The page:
23. RQ1 ISI-1 SITE DESCRIPTION • Number of Houses • 165 • Low Energy House (Class I) • 3 kW Space Heating • 3 kW Domestic Hot Water (120 l buffer tank) • 32 kW Domestic Hot Water (without tank) SEMI-DETACHED SINGLE FAMILY HOUSES NEW LOW ENERGY DH SYSTEM • StaticPressure • 10 bar • Max AllowablePressure Drop • 8 bar • Total Length of Network • ~1 km • Pipe Type (Class I) • AluFlex TwinPipe • DN14 – DN32 • Steel TwinPipe • DN32 – DN80

  24. DH NETWORK = NODE & PIPE SEGMENTS RQ1 ISI-1 Pipe Segment

  25. DETERMINATION of HEAT LOAD RQ1 ISI-1 SF for 6 • Simultaneity Factor in each Segment • with Peak Heat Demand Values • Considering Each Route in the Network • Max Pressure Gradient Method • Optimization SF for 165

  26. DETERMINATION OF DIMENSIONING METHOD

  27. PRESSURE GRADIENT METHODCRITICAL ROUTE (THE RULE-OF-THUMB) RQ1 ISI-1 1,617 1,617 1,617 1,617 1,617 1,617 1,617 1,617 Pressure Gradient in Pa/m

  28. PRESSURE GRADIENT METHODMULTI ROUTE RQ1 ISI-1 1,617 2,491 3,388 4,643 2,141 2,563 3,520 4,651 Pressure Gradient in Pa/m

  29. OPTIMIZATION METHOD RQ1 ISI-1 Nonlinear Constraint Function Optimization 8 bar 8 bar 8 bar Decision Variables: Pipe Diameters 8 bar Objective Function: Min Heat Loss from DH Network 8 bar Constraint Functions: Max Allowable Pressure Loss in each Route (8 bar) 8 bar 8 bar 8 bar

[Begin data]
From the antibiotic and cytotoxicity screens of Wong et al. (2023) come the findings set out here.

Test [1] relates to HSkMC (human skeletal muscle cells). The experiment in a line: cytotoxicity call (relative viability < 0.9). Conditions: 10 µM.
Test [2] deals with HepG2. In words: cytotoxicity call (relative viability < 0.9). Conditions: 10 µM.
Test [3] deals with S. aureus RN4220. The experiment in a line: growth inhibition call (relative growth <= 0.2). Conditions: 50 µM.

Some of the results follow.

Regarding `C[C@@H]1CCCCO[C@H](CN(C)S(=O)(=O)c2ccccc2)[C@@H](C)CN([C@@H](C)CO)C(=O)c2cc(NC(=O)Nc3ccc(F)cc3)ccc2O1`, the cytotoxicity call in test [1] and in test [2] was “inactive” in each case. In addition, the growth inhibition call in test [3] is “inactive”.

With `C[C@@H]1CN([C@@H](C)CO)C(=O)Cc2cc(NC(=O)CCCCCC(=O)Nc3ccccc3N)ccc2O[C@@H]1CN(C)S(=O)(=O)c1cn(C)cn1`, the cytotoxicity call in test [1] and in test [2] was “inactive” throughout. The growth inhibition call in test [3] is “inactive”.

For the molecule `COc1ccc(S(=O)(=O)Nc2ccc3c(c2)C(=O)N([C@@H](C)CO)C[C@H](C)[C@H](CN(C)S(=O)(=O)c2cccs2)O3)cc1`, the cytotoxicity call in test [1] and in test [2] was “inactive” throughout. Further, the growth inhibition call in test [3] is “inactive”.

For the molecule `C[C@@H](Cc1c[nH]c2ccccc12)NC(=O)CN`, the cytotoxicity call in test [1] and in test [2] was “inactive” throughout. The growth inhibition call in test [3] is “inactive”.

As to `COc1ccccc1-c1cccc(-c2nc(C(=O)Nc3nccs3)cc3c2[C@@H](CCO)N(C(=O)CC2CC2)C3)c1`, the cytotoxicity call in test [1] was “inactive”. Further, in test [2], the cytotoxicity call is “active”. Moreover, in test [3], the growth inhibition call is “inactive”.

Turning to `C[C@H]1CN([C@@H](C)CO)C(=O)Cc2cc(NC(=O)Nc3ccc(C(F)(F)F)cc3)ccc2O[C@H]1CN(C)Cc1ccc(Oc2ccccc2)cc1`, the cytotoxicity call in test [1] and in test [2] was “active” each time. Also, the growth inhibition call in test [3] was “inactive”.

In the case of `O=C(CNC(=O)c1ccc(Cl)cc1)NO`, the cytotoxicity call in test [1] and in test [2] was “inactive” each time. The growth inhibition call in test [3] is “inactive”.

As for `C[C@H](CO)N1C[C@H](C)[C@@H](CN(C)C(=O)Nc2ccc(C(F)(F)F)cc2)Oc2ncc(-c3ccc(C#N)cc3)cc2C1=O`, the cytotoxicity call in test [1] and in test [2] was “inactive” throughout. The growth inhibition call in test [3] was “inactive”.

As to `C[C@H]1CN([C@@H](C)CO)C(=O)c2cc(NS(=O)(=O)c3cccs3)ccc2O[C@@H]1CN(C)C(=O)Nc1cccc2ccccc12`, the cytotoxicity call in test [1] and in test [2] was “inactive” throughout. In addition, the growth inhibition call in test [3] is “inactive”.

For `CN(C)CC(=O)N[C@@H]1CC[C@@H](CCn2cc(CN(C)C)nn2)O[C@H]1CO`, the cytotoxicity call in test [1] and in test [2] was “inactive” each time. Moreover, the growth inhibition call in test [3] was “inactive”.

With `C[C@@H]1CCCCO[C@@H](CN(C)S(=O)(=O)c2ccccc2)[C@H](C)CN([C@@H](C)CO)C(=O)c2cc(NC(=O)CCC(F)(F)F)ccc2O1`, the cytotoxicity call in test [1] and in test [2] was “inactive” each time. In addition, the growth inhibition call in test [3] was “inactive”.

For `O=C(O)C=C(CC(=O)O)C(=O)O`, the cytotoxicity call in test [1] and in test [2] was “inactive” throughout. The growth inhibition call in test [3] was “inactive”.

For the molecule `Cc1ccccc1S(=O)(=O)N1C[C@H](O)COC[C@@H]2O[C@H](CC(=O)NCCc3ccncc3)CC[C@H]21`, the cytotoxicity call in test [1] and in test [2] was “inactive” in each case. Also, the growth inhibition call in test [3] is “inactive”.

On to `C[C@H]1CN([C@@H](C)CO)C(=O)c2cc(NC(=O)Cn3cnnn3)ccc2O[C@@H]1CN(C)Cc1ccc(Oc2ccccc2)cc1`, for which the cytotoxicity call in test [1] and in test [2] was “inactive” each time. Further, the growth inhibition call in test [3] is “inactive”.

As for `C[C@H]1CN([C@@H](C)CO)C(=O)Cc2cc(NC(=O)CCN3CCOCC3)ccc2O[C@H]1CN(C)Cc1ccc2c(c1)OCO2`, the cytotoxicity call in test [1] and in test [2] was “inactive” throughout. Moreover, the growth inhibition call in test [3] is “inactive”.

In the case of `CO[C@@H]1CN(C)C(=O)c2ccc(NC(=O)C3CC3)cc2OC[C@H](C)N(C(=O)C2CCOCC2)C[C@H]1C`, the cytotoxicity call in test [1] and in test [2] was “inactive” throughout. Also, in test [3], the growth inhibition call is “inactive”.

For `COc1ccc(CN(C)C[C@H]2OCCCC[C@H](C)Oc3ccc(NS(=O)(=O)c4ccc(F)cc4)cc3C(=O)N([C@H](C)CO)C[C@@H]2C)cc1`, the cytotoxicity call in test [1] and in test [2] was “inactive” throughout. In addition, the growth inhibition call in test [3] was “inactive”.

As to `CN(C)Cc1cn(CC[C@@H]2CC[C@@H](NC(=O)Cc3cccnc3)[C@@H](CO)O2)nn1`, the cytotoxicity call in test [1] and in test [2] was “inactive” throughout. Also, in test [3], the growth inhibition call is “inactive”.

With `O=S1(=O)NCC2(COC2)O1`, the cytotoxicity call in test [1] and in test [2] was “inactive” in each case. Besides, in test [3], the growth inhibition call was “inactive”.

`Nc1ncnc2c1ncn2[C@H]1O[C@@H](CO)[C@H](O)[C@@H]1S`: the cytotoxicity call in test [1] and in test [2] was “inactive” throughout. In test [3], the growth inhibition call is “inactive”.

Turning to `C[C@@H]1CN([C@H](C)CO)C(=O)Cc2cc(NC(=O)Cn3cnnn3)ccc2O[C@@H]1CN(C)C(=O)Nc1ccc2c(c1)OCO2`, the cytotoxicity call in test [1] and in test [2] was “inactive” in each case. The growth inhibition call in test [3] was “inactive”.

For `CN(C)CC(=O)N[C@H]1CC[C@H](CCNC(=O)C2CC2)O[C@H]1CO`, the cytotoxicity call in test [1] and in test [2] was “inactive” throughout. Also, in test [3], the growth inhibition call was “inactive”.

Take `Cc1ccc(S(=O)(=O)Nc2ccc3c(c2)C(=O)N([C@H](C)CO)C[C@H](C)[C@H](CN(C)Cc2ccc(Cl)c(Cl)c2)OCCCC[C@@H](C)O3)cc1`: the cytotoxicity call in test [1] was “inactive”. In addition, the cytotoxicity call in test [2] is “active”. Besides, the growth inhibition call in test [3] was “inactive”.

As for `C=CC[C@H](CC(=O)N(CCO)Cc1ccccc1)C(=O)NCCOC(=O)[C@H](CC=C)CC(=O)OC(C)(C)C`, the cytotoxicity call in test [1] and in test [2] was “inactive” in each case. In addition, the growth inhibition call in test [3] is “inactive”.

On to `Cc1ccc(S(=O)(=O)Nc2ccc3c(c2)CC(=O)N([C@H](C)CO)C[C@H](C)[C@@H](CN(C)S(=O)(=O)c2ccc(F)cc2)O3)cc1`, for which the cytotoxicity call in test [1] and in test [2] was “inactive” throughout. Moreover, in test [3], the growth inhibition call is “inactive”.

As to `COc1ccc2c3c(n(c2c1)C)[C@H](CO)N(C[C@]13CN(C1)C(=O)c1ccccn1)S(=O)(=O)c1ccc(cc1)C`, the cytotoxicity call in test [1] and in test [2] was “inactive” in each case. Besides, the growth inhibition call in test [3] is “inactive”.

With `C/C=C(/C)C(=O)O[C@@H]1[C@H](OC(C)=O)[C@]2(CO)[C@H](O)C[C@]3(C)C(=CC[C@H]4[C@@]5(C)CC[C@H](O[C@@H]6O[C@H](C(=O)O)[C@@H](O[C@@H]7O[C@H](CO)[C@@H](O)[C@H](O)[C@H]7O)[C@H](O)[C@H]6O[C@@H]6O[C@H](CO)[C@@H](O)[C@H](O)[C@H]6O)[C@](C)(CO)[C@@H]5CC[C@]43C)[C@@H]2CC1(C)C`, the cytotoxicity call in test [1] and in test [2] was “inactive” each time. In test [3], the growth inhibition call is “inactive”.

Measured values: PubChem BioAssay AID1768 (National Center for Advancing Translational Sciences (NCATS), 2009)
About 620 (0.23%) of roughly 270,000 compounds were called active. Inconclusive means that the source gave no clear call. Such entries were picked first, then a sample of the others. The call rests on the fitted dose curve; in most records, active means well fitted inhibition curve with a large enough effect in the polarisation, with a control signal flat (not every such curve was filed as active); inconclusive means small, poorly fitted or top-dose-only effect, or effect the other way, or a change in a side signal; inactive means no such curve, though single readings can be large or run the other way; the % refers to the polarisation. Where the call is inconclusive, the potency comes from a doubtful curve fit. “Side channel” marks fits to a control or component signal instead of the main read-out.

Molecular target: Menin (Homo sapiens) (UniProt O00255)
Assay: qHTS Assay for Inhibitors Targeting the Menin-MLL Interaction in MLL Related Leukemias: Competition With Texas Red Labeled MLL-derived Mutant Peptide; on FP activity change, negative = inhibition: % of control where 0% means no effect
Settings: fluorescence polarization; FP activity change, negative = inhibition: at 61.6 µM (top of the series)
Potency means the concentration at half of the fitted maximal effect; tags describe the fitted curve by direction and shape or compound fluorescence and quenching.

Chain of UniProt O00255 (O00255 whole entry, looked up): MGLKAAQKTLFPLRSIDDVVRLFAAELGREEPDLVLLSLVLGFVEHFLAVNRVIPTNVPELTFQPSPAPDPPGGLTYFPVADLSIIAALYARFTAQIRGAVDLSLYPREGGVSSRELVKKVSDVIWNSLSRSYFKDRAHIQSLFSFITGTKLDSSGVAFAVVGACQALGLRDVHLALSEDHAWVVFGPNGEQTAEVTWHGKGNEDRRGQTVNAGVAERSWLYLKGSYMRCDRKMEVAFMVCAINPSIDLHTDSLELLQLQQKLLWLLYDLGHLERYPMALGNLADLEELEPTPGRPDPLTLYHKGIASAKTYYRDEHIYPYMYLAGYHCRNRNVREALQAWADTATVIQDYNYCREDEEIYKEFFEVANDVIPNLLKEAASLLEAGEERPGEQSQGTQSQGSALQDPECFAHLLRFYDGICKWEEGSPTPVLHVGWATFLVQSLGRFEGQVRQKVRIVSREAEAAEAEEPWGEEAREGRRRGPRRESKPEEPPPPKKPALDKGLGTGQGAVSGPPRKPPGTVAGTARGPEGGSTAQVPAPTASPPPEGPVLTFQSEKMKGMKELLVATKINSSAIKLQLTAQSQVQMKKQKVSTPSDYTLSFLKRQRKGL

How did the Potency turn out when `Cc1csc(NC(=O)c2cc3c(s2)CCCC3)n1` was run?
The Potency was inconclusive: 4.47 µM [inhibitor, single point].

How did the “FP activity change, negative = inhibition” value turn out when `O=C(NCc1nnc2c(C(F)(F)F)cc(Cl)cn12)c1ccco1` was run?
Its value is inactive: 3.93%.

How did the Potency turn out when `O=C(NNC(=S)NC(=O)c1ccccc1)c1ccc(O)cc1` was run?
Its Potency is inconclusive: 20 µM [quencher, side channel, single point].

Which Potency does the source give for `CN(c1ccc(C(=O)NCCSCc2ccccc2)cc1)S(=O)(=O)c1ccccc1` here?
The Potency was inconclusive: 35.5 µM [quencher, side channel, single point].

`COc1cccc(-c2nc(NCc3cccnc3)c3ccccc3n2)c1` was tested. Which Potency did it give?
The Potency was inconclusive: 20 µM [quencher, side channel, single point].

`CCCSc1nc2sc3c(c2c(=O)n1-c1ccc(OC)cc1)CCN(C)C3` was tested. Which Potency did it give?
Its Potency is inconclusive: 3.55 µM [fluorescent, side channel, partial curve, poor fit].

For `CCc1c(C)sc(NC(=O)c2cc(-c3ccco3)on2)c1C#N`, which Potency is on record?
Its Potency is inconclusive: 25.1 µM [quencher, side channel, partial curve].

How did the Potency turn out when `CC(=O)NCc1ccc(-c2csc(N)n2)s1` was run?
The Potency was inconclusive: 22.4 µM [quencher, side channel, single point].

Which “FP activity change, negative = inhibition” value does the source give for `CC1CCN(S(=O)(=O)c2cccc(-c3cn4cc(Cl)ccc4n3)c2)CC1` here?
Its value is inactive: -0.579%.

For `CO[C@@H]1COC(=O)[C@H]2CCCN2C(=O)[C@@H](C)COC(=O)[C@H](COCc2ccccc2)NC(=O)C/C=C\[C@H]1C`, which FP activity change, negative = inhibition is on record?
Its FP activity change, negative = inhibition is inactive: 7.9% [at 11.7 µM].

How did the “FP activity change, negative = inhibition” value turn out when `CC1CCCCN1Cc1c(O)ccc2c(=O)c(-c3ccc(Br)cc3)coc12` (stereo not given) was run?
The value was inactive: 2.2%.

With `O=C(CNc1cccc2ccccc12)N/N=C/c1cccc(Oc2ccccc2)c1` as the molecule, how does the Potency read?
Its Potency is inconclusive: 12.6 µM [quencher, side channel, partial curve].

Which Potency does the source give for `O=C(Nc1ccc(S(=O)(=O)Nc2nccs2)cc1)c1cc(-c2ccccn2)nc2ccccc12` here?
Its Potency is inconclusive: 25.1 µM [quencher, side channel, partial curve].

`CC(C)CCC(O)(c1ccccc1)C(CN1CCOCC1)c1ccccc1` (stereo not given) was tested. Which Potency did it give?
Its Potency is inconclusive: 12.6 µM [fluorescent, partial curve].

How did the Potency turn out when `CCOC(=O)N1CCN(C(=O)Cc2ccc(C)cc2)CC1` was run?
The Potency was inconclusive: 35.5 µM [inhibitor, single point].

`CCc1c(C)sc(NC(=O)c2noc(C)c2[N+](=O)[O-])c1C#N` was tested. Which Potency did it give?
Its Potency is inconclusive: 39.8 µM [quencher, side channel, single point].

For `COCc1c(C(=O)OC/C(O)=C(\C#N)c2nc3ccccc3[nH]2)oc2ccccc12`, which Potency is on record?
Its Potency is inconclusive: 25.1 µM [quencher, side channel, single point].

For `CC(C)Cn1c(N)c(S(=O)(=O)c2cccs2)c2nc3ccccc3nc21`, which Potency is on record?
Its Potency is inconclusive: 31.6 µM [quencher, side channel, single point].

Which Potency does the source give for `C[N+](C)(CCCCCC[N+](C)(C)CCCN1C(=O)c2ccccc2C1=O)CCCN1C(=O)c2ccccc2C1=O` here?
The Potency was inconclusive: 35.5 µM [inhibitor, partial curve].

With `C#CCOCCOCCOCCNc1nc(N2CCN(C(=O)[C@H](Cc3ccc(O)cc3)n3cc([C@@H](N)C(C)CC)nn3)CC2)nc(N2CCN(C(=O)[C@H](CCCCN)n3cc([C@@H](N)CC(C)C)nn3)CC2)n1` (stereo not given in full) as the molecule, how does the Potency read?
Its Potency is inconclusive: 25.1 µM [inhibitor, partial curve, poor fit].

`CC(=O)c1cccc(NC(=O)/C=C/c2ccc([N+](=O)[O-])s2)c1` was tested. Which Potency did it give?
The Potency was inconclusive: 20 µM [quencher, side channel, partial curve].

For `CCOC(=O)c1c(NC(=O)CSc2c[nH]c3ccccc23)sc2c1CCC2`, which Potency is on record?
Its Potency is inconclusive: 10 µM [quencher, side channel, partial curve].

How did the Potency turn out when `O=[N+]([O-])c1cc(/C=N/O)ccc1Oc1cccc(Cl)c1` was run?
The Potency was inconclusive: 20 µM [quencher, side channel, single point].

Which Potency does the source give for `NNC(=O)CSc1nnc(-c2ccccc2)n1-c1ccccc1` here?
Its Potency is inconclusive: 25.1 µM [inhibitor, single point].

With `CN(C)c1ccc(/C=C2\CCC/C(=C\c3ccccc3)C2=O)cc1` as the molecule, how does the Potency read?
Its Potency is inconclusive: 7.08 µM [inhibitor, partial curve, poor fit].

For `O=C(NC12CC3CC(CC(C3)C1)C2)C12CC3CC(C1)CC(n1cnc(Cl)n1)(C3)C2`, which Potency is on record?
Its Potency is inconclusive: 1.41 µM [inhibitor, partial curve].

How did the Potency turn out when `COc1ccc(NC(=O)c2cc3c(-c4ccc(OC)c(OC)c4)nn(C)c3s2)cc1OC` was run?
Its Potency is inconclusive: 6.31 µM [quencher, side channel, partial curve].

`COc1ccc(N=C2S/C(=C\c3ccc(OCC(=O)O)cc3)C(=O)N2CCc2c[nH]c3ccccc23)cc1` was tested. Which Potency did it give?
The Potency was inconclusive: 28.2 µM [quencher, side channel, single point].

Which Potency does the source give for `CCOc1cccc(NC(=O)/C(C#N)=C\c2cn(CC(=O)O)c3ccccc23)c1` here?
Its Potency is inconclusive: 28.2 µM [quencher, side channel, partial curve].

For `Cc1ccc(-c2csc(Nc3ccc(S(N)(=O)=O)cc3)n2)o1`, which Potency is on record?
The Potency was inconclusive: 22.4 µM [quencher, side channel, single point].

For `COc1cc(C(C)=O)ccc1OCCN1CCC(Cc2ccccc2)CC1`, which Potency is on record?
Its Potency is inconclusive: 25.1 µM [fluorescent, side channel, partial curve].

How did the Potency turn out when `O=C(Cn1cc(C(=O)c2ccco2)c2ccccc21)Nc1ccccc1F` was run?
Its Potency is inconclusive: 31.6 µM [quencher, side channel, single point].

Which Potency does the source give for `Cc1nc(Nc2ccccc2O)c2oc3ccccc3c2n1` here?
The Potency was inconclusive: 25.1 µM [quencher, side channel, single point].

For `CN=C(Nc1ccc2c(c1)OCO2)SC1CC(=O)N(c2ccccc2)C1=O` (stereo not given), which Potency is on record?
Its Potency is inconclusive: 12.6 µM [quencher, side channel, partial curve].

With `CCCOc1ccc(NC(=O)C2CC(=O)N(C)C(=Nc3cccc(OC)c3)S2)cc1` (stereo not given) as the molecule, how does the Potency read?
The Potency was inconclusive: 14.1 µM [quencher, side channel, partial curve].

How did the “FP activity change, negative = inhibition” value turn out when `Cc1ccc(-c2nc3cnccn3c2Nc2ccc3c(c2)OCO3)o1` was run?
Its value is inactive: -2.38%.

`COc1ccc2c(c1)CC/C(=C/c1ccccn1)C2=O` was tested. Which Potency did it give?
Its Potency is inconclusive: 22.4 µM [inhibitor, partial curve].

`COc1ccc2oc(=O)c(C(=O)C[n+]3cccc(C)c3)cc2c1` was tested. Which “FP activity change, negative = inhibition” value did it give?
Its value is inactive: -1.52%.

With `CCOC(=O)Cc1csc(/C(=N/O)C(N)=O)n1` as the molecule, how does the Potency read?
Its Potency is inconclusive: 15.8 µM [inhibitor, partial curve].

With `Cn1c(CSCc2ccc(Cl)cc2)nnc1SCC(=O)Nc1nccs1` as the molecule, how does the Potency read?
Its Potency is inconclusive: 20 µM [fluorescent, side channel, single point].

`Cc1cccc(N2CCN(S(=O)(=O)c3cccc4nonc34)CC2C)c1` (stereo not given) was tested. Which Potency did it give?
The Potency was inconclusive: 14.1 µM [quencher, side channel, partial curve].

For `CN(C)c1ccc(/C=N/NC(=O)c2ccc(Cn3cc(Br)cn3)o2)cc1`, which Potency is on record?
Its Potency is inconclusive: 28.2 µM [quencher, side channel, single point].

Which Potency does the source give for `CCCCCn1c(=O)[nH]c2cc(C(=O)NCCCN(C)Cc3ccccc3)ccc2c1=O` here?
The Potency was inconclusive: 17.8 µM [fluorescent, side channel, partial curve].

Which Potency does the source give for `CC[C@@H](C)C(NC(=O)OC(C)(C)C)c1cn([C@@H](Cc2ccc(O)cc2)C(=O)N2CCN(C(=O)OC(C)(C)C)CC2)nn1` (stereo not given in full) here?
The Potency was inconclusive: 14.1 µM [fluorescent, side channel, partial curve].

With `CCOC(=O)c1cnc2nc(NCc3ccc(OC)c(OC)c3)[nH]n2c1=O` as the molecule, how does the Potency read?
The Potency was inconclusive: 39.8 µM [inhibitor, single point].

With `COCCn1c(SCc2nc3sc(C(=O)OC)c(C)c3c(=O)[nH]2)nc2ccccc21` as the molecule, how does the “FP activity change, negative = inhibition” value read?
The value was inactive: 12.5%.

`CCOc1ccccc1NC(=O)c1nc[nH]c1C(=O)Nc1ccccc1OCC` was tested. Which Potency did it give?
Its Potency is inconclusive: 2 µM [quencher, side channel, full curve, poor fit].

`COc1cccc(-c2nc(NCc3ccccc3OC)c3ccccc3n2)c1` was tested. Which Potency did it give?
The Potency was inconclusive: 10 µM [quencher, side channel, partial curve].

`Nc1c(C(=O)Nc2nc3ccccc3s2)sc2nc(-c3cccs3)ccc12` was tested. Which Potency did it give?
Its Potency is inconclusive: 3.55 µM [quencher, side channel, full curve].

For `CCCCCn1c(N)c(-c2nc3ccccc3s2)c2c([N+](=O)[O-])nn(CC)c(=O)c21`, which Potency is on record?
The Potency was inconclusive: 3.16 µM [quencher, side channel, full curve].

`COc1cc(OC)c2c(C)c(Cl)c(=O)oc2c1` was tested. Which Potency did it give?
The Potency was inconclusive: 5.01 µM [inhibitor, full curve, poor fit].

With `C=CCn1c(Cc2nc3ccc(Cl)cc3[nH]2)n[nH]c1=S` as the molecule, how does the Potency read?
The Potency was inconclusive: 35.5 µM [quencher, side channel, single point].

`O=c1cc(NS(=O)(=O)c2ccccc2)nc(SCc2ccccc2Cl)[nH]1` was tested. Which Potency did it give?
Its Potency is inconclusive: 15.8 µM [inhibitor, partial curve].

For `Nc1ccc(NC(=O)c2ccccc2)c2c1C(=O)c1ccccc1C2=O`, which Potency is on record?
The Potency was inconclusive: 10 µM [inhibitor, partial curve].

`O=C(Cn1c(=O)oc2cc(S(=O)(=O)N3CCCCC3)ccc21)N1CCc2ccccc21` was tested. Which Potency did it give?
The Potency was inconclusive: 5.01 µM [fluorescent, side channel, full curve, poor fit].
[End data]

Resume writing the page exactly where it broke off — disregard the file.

30. COMPARISON (DIMENSIONING METHODS) RQ1 ISI-1 -%3 -%14 Reduction in Heat Loss

  31. SUBSTATION TYPE & BOOSTER PUMPS

  32. BOOSTER PUMP RQ1 ISI-1 ISI-2 Booster Pumps Main Pump Station

  33. COMPARISON (SUBSTATION TYPES&BOOSTER PUMP) RQ1 ISI-1 ISI-2 Same optimization method applied to all. Without Booster Pump -%3 -%7 Reduction in Heat Loss

  34. SUMMER CONDITION

  35. SUMMER COND. IN BRANCHED NETWORK RQ1 ISI-1 ISI-2 By-Pass in End-Users

  36. SUMMER COND. IN LOOPED NETWORK RQ1 ISI-1 ISI-2

  37. DYNAMIC SIMULATION RQ1 ISI-1 ISI-2 Scenarioswith Various Level of Heat Consumption For 25, 50, 75% existance of consumers at the DH network

  38. RQ1 ISI-1 ISI-2 UNSATISFIED NODES (For 25% Existance Ratio) Heat loss is higher in looped network than branched network with by-pass valves.

  39. MAXIMUM STATIC DESIGN PRESSURE